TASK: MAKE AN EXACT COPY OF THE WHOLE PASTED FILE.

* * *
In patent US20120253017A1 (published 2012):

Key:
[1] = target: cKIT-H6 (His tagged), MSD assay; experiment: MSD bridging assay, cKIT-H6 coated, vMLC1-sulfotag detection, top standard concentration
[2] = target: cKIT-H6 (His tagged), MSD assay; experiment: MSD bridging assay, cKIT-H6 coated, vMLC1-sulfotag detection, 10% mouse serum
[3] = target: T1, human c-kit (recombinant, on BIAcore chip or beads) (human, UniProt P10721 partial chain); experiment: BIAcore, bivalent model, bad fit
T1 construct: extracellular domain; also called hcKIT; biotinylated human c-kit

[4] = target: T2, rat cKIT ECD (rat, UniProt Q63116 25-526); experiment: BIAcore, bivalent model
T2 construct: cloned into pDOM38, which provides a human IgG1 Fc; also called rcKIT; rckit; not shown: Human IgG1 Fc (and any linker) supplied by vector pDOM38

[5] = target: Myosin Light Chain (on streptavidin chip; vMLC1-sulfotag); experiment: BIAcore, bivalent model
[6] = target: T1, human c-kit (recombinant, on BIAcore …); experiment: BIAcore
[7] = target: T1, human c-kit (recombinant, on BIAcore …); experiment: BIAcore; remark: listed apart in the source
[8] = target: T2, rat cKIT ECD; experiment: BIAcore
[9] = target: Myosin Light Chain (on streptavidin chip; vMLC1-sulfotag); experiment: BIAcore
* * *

In patent US20120253017A1 (published 2012):

Key:
[1] = target: cKIT-H6 (His tagged), MSD assay; experiment: MSD bridging assay, cKIT-H6 coated, vMLC1-sulfotag detection, top standard concentration
[2] = target: cKIT-H6 (His tagged), MSD assay; experiment: MSD bridging assay, cKIT-H6 coated, vMLC1-sulfotag detection, 10% mouse serum
[3] = target: T1, human c-kit (recombinant, on BIAcore chip or beads) (human, UniProt P10721 partial chain); experiment: BIAcore, bivalent model, bad fit
T1 construct: extracellular domain; also called hcKIT; biotinylated human c-kit

[4] = target: T2, rat cKIT ECD (rat, UniProt Q63116 25-526); experiment: BIAcore, bivalent model
T2 construct: cloned into pDOM38, which provides a human IgG1 Fc; also called rcKIT; rckit; not shown: Human IgG1 Fc (and any linker) supplied by vector pDOM38

[5] = target: Myosin Light Chain (on streptavidin chip; vMLC1-sulfotag); experiment: BIAcore, bivalent model
[6] = target: T1, human c-kit (recombinant, on BIAcore …); experiment: BIAcore
[7] = target: T1, human c-kit (recombinant, on BIAcore …); experiment: BIAcore; remark: listed apart in the source
[8] = target: T2, rat cKIT ECD; experiment: BIAcore
[9] = target: Myosin Light Chain (on streptavidin chip; vMLC1-sulfotag); experiment: BIAcore